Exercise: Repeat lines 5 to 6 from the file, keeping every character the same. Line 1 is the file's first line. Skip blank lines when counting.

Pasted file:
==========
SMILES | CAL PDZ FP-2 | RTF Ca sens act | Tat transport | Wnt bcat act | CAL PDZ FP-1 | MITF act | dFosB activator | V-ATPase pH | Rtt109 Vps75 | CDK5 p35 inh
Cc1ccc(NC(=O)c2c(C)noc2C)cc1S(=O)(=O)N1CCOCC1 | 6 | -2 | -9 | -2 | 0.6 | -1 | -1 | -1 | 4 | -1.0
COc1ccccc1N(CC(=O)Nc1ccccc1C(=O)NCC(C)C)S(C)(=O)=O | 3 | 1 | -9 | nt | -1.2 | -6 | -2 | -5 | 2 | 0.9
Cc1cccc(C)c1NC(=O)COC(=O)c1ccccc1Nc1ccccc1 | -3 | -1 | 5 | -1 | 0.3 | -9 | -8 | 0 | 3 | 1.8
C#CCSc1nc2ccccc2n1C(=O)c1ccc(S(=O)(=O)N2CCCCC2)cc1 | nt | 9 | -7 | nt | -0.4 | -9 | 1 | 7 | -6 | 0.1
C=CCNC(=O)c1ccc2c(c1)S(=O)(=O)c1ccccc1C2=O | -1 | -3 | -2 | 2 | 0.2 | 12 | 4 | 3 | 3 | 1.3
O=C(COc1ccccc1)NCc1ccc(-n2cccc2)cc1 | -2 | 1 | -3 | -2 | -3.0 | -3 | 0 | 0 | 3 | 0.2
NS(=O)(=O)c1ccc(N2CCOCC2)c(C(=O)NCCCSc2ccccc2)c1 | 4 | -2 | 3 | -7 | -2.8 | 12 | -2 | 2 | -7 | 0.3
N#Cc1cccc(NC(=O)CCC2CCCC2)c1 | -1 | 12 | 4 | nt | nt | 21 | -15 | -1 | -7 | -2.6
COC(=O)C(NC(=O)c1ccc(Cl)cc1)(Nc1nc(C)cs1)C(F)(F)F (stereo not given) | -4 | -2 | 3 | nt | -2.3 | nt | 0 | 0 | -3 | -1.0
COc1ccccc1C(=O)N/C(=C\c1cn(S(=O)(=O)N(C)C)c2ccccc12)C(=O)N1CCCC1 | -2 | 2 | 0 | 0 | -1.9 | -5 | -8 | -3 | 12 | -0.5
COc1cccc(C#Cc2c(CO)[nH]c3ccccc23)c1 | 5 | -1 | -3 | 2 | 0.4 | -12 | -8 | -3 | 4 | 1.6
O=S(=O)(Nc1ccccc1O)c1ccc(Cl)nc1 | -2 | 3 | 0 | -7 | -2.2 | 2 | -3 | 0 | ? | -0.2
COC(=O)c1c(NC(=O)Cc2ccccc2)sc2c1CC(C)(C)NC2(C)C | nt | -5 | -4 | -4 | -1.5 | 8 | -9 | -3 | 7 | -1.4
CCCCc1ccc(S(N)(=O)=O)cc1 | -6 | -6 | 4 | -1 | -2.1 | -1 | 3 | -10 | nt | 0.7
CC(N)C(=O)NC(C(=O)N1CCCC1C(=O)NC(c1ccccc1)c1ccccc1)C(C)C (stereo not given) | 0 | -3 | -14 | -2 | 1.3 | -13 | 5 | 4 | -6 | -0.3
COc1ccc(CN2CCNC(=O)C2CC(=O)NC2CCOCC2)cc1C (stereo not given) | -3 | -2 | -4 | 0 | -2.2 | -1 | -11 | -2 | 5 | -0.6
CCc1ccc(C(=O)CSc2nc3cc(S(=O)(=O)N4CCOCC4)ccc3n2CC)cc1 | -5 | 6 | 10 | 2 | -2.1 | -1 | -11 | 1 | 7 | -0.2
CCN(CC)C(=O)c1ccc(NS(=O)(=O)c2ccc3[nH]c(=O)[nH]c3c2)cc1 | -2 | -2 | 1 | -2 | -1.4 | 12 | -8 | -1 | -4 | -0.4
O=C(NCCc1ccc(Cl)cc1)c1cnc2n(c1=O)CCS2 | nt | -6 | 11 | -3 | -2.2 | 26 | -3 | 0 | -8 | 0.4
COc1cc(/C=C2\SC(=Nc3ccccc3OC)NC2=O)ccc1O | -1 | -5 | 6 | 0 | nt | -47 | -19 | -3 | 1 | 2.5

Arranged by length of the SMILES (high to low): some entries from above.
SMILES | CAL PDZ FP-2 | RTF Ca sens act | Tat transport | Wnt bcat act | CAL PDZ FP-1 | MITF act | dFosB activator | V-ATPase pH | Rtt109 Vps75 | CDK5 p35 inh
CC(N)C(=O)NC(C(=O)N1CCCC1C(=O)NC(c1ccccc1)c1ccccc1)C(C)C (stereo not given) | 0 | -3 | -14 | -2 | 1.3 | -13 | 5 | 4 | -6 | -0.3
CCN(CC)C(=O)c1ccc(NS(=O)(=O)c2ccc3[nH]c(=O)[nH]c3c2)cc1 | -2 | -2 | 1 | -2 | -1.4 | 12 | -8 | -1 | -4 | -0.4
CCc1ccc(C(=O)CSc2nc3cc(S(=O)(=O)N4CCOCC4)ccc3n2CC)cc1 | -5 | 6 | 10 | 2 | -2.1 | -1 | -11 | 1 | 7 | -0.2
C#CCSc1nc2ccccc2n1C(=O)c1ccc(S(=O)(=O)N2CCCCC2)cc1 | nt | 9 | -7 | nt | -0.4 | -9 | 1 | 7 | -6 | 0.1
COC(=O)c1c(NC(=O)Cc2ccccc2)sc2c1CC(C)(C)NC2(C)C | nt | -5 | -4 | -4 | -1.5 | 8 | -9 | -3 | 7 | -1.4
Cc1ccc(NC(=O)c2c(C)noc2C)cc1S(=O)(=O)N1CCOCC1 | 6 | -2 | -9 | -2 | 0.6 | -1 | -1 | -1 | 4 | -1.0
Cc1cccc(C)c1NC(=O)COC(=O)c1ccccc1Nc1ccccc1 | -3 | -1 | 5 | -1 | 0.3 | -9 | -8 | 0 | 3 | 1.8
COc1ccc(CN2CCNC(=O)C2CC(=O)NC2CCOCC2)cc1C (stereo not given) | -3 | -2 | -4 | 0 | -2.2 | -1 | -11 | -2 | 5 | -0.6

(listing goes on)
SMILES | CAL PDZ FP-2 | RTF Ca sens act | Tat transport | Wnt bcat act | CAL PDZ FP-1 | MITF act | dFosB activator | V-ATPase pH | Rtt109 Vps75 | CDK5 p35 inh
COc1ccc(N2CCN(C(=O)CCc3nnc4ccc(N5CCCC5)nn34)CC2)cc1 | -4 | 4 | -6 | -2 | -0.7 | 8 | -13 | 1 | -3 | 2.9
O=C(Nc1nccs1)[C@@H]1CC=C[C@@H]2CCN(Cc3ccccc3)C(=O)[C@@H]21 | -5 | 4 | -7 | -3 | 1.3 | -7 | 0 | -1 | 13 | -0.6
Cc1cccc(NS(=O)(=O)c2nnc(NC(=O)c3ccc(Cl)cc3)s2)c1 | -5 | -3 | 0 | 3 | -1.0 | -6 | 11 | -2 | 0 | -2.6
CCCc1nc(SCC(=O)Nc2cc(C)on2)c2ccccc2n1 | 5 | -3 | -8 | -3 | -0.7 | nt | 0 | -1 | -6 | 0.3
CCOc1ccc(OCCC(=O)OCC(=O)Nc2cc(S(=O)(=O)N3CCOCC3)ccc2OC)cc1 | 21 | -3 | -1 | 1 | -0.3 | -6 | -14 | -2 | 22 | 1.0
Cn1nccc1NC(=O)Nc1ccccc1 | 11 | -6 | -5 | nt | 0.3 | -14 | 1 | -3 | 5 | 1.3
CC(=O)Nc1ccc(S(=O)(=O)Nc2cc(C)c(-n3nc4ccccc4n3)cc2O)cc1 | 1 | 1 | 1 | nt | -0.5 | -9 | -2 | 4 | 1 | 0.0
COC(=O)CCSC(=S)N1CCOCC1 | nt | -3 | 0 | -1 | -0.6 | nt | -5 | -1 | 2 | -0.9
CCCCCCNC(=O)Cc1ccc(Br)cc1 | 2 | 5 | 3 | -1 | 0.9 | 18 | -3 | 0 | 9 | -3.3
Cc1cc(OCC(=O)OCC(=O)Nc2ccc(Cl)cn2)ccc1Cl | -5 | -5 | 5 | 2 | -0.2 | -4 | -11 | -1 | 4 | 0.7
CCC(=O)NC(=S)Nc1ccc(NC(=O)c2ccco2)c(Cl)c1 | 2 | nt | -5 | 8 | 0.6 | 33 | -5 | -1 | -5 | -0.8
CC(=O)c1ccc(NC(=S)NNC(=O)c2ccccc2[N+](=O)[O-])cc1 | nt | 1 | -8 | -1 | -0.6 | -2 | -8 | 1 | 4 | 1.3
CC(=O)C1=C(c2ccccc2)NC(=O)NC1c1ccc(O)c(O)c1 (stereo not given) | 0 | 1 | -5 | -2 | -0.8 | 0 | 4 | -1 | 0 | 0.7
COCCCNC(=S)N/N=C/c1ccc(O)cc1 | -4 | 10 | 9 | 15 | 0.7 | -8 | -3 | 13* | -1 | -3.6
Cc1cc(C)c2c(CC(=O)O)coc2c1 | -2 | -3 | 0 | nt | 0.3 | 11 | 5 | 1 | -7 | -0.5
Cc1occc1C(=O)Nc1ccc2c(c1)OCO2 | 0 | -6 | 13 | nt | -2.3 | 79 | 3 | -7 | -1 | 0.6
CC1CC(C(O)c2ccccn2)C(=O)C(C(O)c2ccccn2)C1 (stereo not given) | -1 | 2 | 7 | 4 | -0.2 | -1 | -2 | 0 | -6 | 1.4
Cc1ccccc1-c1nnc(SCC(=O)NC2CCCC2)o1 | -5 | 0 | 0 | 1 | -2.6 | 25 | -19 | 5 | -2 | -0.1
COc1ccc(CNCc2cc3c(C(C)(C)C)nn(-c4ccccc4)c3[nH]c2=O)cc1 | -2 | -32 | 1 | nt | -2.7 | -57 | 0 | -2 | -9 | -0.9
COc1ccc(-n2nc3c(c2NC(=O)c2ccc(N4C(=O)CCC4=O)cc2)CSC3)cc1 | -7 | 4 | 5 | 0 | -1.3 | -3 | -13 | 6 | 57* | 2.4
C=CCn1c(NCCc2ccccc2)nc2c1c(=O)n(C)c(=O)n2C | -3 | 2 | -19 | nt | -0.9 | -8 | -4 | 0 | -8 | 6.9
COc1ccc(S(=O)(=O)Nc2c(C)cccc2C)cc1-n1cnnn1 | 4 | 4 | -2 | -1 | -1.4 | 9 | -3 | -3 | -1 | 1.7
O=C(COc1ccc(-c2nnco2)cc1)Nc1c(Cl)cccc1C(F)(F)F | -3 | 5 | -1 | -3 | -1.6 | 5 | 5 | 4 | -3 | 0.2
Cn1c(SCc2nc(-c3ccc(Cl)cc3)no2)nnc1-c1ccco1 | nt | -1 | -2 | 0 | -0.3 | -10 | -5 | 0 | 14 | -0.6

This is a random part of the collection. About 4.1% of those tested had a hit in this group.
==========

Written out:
C#CCSc1nc2ccccc2n1C(=O)c1ccc(S(=O)(=O)N2CCCCC2)cc1 | nt | 9 | -7 | nt | -0.4 | -9 | 1 | 7 | -6 | 0.1
C=CCNC(=O)c1ccc2c(c1)S(=O)(=O)c1ccccc1C2=O | -1 | -3 | -2 | 2 | 0.2 | 12 | 4 | 3 | 3 | 1.3